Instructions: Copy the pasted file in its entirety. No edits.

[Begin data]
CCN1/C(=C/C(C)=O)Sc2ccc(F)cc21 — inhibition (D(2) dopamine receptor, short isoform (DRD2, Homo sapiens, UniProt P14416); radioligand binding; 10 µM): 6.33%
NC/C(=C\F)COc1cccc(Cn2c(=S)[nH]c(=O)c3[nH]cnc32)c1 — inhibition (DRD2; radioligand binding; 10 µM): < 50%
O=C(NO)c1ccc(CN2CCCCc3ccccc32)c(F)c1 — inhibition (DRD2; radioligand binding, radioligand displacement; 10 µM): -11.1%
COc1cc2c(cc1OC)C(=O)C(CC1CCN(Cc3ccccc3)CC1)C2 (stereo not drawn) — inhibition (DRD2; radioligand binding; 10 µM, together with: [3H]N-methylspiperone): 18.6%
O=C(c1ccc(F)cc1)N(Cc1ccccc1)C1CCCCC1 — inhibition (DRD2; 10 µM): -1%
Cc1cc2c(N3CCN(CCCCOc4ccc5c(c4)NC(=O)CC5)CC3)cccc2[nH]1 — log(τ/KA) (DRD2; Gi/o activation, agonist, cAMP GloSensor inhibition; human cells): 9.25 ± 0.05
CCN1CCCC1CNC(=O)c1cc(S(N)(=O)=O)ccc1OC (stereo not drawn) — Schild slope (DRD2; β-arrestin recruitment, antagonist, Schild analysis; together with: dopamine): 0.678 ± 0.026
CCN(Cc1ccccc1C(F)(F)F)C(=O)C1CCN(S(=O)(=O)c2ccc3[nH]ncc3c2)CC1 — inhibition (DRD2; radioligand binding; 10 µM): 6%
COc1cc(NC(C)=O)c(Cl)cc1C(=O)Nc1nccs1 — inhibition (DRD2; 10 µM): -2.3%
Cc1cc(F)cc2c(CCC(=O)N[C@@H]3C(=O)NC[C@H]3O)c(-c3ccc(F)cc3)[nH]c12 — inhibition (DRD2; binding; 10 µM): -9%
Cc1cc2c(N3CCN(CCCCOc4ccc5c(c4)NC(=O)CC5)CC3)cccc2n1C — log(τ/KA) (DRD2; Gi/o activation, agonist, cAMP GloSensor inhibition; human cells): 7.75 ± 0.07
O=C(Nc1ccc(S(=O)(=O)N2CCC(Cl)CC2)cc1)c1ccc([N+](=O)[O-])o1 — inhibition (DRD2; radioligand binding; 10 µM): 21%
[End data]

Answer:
CCN1/C(=C/C(C)=O)Sc2ccc(F)cc21 — inhibition (D(2) dopamine receptor, short isoform (DRD2, Homo sapiens, UniProt P14416); radioligand binding; 10 µM): 6.33%
NC/C(=C\F)COc1cccc(Cn2c(=S)[nH]c(=O)c3[nH]cnc32)c1 — inhibition (DRD2; radioligand binding; 10 µM): < 50%
O=C(NO)c1ccc(CN2CCCCc3ccccc32)c(F)c1 — inhibition (DRD2; radioligand binding, radioligand displacement; 10 µM): -11.1%
COc1cc2c(cc1OC)C(=O)C(CC1CCN(Cc3ccccc3)CC1)C2 (stereo not drawn) — inhibition (DRD2; radioligand binding; 10 µM, together with: [3H]N-methylspiperone): 18.6%
O=C(c1ccc(F)cc1)N(Cc1ccccc1)C1CCCCC1 — inhibition (DRD2; 10 µM): -1%
Cc1cc2c(N3CCN(CCCCOc4ccc5c(c4)NC(=O)CC5)CC3)cccc2[nH]1 — log(τ/KA) (DRD2; Gi/o activation, agonist, cAMP GloSensor inhibition; human cells): 9.25 ± 0.05
CCN1CCCC1CNC(=O)c1cc(S(N)(=O)=O)ccc1OC (stereo not drawn) — Schild slope (DRD2; β-arrestin recruitment, antagonist, Schild analysis; together with: dopamine): 0.678 ± 0.026
CCN(Cc1ccccc1C(F)(F)F)C(=O)C1CCN(S(=O)(=O)c2ccc3[nH]ncc3c2)CC1 — inhibition (DRD2; radioligand binding; 10 µM): 6%
COc1cc(NC(C)=O)c(Cl)cc1C(=O)Nc1nccs1 — inhibition (DRD2; 10 µM): -2.3%
Cc1cc(F)cc2c(CCC(=O)N[C@@H]3C(=O)NC[C@H]3O)c(-c3ccc(F)cc3)[nH]c12 — inhibition (DRD2; binding; 10 µM): -9%
Cc1cc2c(N3CCN(CCCCOc4ccc5c(c4)NC(=O)CC5)CC3)cccc2n1C — log(τ/KA) (DRD2; Gi/o activation, agonist, cAMP GloSensor inhibition; human cells): 7.75 ± 0.07
O=C(Nc1ccc(S(=O)(=O)N2CCC(Cl)CC2)cc1)c1ccc([N+](=O)[O-])o1 — inhibition (DRD2; radioligand binding; 10 µM): 21%